Well, it was just a game and I had other things to do. Plus I didn’t feel a duty to take it 100% seriously since, as happy as I was to have the chance to participate, I didn’t actually choose to play.
That was a poorly written post on my part. What I meant was that I was open to argument either way (“Should I press it or not?). I had decided that regardless of whether I pressed it or not I would at least wait until other people had a chance to wake up. So it wasn’t my only reason—I hadn’t even really thought about it too much as I was waiting for more comments.
Even though it was poorly written, I’m surprised how many people seem to have misunderstood it as I would have thought it was clear enough as I asked the question.
I looked at the thread and considered commenting here, but not many people had commented, so I figured there wasn’t that much chance of getting a response if I posted here.
Yeah, it wasn’t the LW team, but one of my friends
Sorry, I got tricked:
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Should I press the button or not? I haven’t pressed the button at the current time as it would be disappointing to people if they received the email, but someone pressed it while they were still asleep.
It’s just meant to be a Wiki article, not a tag so that when you mouse-over you get a definition
I’m curious, do you find this argument for paying in Logical Counterfactual Mugging persuasive? What about the Counterfactual Prisoner’s Dilemma argument for the basic Counterfactual Mugging?
Another approach is to change the example to remove the objection
Interesting point about the poker game version. It’s still a one shot game, so there’s no real reason to hide a 0 unless you think they’re a pretty powerful predictor, but it is always predicting something coherent.
I don’t see how you’re applying CPD to LU
The claim is that you should pay in the Logical Counterfactual Prisoner’s Dilemma and hence pay in Logical Counterfactual Mugging which is the logically uncertain version of Counterfactual Mugging.
Symmetric? The original is already symmetric. But “symmetric” is a concept which applies to multi-player games. Counterfactual PD makes PD into a one-player game. Presumably you meant “a one-player version”?
Edited now. I meant it’s a symmetric version of counterfactual mugging. So not in the game theory sense, but just that there is now no difference between heads and tails.
This is only true if you use classical CDT, yeah? Whereas EDT can get $9900 in both cases, provided it believes in a sufficient correlation between what it does upon seeing heads vs tails.
Point noted. Maybe I should have been more careful about specifying what I was comparing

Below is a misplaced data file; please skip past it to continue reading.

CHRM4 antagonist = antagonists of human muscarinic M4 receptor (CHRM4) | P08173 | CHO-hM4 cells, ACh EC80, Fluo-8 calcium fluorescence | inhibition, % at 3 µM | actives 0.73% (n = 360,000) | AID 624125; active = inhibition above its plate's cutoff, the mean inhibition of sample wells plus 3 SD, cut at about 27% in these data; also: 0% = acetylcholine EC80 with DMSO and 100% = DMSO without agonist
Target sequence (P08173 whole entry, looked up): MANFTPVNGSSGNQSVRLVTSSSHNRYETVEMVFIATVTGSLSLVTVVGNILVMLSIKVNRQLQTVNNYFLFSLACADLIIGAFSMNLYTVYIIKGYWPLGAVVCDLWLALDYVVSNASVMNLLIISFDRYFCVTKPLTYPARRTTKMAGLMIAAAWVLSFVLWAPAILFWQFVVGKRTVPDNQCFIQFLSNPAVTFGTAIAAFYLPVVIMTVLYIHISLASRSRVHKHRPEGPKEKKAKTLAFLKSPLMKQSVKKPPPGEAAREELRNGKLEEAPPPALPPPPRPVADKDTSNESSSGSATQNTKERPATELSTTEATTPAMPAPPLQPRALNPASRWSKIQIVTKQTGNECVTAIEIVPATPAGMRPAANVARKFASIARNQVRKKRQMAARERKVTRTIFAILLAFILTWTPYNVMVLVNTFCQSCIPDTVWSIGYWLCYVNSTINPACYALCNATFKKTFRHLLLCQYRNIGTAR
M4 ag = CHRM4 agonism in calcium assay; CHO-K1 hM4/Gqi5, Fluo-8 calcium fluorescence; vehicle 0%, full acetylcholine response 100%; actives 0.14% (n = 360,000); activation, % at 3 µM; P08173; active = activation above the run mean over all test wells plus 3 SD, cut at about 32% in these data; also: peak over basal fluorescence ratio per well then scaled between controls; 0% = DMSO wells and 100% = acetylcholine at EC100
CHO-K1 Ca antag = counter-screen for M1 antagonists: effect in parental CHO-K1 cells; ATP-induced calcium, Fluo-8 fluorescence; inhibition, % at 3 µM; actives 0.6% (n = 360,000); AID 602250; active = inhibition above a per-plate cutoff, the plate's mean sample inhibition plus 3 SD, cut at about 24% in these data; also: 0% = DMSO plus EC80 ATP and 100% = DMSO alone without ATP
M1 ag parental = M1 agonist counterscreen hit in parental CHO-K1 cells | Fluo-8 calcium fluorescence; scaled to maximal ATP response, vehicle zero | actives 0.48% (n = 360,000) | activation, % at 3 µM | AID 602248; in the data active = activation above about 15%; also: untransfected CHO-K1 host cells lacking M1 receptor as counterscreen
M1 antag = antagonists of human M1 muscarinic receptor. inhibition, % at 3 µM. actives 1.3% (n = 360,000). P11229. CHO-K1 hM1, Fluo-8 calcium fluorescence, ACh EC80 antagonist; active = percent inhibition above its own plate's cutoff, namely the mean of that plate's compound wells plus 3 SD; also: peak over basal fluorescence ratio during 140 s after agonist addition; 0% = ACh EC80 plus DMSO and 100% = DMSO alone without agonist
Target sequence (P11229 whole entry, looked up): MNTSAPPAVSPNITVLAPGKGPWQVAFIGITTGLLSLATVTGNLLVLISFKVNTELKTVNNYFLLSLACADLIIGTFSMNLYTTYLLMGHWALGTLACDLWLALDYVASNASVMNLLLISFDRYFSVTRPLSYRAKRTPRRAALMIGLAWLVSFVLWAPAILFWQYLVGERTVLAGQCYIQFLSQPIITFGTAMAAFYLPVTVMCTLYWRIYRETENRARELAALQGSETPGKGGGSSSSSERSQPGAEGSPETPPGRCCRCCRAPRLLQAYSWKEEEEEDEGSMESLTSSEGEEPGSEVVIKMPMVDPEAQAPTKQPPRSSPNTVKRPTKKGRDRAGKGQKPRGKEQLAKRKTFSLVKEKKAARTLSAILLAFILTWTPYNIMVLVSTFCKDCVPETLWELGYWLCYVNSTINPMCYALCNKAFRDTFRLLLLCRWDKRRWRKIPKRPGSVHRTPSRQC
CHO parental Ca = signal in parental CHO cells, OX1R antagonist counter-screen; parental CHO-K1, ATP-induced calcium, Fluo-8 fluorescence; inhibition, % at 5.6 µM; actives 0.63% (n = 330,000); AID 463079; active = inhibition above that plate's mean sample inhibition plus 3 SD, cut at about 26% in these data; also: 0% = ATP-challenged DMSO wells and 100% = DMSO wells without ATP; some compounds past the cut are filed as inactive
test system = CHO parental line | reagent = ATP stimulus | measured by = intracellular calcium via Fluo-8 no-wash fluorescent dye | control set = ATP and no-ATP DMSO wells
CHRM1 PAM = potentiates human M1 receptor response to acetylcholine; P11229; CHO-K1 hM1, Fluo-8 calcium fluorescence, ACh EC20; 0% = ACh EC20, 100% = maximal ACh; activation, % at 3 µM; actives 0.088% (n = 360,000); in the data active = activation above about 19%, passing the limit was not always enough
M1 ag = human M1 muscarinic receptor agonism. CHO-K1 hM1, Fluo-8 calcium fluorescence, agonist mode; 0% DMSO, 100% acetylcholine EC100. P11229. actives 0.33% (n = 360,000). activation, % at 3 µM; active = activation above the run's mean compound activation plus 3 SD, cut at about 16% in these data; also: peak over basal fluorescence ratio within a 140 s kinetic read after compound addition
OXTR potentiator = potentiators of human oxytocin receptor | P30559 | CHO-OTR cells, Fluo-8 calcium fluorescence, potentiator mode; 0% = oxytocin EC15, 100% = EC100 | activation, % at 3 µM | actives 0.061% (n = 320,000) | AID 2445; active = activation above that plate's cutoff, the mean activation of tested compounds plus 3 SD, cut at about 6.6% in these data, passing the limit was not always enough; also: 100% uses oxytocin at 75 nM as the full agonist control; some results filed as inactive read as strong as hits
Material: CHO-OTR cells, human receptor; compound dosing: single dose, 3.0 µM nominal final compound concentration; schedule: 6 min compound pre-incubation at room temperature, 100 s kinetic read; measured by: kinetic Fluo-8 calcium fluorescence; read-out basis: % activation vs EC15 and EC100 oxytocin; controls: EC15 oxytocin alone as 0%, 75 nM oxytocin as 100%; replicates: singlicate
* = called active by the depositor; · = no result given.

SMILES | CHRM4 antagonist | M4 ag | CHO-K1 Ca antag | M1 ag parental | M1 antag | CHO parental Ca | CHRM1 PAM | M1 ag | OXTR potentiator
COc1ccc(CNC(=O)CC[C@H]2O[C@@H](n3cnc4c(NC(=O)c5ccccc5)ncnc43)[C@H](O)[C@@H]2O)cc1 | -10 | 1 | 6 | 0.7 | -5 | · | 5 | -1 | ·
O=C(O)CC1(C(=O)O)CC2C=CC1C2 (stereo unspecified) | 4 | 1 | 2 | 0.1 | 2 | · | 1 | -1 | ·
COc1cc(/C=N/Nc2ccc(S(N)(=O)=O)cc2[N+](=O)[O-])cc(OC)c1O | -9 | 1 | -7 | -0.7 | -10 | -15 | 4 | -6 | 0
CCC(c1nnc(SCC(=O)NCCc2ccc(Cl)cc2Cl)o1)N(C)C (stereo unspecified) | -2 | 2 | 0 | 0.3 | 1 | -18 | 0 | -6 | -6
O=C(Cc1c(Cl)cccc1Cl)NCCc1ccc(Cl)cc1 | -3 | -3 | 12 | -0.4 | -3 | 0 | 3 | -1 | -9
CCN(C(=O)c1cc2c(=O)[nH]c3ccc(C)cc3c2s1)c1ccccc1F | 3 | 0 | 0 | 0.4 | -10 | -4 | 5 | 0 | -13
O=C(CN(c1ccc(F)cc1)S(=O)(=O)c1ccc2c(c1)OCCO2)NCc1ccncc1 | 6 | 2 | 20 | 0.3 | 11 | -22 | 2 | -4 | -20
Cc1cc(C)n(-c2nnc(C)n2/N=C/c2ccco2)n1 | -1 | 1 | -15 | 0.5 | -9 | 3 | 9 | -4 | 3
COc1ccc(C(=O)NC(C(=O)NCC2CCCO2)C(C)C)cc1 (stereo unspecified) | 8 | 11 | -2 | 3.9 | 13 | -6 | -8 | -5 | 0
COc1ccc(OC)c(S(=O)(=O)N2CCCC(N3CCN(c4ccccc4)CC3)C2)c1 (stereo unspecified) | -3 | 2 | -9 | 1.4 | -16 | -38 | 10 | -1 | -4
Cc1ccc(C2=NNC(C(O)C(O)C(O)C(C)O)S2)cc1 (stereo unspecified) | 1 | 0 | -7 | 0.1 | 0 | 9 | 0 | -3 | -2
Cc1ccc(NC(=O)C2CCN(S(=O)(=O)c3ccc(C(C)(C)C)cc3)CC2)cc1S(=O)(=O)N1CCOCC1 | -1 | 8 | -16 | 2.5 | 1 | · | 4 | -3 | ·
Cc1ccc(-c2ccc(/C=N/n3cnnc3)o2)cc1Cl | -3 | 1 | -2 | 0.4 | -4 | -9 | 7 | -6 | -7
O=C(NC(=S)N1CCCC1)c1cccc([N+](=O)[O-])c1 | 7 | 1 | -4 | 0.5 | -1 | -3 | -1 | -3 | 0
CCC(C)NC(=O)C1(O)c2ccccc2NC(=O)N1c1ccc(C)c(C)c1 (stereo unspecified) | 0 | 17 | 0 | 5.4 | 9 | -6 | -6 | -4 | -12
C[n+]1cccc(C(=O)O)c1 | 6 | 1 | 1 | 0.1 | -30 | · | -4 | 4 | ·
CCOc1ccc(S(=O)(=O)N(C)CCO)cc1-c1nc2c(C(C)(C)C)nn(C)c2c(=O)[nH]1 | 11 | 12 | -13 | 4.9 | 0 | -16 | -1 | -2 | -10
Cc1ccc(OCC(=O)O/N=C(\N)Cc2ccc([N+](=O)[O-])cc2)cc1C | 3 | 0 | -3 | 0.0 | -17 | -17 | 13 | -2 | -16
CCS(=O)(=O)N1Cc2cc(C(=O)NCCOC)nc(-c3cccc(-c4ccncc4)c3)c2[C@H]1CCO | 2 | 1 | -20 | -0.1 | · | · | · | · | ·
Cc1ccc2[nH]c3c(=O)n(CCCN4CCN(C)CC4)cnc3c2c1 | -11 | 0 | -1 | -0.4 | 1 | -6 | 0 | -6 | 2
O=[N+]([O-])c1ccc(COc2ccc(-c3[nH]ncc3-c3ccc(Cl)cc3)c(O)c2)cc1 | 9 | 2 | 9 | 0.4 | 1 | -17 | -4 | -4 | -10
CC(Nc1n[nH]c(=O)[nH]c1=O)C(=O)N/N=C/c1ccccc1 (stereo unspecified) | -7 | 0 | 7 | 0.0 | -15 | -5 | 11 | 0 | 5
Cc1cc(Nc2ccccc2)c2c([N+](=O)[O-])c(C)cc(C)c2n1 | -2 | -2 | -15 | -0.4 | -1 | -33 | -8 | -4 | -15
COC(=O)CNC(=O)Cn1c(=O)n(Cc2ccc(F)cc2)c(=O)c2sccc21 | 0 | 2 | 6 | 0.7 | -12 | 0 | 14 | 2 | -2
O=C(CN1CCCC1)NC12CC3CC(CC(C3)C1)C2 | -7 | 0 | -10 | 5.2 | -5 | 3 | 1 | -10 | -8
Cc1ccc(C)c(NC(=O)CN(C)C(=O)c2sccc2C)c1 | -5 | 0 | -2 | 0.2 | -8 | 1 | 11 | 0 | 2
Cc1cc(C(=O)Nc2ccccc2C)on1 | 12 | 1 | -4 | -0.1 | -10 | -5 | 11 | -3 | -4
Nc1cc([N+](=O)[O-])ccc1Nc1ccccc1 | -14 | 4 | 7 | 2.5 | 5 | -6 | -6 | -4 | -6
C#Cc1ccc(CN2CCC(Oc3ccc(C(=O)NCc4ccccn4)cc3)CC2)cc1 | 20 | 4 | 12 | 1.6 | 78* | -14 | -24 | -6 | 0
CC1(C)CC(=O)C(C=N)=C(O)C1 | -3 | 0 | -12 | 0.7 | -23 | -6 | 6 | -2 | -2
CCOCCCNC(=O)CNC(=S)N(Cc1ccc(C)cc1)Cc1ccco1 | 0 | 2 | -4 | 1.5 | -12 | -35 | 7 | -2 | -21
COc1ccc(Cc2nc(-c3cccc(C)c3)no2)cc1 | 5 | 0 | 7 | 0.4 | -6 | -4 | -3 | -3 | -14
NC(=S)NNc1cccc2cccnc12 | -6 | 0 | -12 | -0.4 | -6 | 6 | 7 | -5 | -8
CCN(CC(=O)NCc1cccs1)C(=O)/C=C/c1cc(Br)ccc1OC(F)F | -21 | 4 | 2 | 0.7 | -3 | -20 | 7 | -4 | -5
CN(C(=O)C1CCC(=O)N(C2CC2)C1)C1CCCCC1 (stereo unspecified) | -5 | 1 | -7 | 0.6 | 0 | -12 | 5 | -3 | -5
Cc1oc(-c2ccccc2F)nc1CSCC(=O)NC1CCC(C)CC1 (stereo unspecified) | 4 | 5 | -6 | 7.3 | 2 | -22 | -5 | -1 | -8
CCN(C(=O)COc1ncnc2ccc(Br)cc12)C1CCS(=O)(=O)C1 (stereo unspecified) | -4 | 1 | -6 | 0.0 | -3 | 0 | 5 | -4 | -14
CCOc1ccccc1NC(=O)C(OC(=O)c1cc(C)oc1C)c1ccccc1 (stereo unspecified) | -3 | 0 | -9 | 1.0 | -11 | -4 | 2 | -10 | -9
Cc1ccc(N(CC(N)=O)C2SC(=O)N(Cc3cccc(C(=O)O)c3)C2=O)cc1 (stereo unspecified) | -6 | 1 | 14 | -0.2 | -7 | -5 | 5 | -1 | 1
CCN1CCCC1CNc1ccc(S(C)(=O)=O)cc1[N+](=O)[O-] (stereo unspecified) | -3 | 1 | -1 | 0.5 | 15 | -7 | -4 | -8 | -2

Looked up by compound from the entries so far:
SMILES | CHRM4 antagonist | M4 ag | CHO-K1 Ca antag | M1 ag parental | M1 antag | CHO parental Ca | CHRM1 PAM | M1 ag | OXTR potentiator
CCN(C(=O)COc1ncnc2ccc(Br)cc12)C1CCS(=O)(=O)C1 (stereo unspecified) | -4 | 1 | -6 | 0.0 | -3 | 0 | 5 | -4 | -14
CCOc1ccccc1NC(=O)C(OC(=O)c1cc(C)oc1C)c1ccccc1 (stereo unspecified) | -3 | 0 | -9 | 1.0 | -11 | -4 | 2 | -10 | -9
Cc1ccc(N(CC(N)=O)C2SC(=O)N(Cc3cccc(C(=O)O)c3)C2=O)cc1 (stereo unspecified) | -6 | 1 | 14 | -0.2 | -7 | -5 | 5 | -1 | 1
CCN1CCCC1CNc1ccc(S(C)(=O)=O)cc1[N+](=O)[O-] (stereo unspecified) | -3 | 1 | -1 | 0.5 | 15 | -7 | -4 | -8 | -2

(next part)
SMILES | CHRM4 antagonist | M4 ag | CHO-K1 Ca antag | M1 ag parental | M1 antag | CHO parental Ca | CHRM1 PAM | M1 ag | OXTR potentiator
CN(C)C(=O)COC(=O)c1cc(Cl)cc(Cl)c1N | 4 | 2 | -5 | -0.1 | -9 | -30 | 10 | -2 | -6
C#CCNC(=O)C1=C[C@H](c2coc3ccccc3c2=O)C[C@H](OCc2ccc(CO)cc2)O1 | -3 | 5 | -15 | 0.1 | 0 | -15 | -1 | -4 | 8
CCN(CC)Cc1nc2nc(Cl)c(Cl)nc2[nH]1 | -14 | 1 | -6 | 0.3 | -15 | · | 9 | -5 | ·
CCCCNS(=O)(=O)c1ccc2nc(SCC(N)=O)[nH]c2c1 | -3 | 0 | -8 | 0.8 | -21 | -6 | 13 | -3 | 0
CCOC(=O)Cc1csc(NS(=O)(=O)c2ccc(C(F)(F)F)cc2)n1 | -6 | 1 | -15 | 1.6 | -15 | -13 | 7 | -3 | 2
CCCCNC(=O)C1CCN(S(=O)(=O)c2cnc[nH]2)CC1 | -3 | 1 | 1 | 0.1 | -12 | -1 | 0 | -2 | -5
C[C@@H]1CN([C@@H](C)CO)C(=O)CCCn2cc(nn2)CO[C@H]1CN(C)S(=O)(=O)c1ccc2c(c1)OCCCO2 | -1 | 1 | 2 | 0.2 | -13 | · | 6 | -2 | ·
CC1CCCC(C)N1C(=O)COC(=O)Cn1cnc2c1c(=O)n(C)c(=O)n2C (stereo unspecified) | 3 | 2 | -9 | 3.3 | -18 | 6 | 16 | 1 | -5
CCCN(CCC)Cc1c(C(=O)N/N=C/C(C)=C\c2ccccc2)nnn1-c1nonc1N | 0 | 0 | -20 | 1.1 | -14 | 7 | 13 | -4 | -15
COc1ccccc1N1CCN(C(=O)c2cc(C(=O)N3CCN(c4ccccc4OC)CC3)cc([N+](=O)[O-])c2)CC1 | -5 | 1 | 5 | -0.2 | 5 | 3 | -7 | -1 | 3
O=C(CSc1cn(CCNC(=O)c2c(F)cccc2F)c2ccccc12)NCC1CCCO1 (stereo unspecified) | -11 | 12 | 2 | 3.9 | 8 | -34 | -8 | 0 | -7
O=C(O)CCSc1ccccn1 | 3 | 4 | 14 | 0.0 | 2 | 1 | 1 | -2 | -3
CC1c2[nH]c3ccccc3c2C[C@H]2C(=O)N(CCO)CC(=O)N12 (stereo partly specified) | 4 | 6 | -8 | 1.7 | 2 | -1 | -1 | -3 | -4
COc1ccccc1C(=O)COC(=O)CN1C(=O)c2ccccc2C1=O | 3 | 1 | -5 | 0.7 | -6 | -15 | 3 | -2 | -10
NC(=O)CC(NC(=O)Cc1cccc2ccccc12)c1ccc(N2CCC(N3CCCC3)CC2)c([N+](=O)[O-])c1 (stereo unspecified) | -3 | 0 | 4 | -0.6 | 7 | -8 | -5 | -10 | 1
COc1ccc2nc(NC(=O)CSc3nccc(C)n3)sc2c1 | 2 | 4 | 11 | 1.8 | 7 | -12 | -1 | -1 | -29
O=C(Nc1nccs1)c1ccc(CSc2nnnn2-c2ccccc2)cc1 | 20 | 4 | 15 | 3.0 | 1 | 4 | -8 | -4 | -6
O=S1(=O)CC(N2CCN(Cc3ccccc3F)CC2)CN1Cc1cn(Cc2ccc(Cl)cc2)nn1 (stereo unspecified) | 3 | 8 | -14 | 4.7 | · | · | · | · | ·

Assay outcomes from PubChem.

Also, why is this posted as a question?
Accident. It’s fixed now
I guess I’ve discussed my perspective on the issue of unrealistic hypotheticals here, although you’ve already commented on that post. Beyond that, Scott Alexanders The Least Convenient Possible World is a great post, but I suspect you’ve seen it too.One additional thing which I can add is that this seems related to Decoupling vs. Contextualising norms.BTW, I created a wiki page for hypotheticals. I’ve summarised some arguments on why we should pay attention to unrealistic hypothetical, but it’d be useful to have some opposing arguments listed there as well.
Thanks. I’ve added a link to your shortform post
I didn’t mention a specific self-defeater as that’s been discussed in the comments above.
Denying the existence of a deeper, unobservable reality or saying that speaking about it is nonsense is also useless for any kind of prediction
The Universe Doesn’t Have to Play Nice captures my objections to this kind of reasoning
Just because it is convenient to use exists in a way that refers to a particular scope of a multiverse, doesn’t prevent us as treating the whole multiverse as just a rather unusual universal and using the term exists normally. But aren’t claims about a multiverse inconsistent with your strong verificationism?
Ok, so you’re only applying the verification principle to ontological claims. That is quite a bit crisper than what you wrote before. On the other hand, the verification principle does feel like an ontological claim as it is claiming that certain things don’t exist or at least that talking about them is meaningless. But how are you defining ontological?
Is there any difference?
Someone needs to add the argument against hypotheticals that would never occur in the real world.
Thanks for writing up an excellent Reduction Ad Absurdum of verificationism. As they say, “One man’s modus ponens is another man’s modus tollens”.
I strongly agree with the claim that it is self-defeating. Here’s another weird effect—let’s suppose I roll a dice and see that it is a 6. I then erase the information from my brain, which then takes us to a position where the statement is impossible to verify. Does the statement then become meaningless?Beyond this, I would say that “exists” is a primitive. If it makes sense to take anything as a primitive, then it makes sense to take “exists” as a primitive. And the thing with primitives is that you can’t really define them in any satisfactory sense. Instead, you can only talk around them.
Excluding the verification principle from itself feels like a dodge me. I don’t think labelling it as not a belief gets you anywhere.
What do you mean by ontic vs. ontological?
I would prefer if you wrote up your own post objecting to the general frame in which I’m operating in. I don’t feel that this is the right location to have this discussion.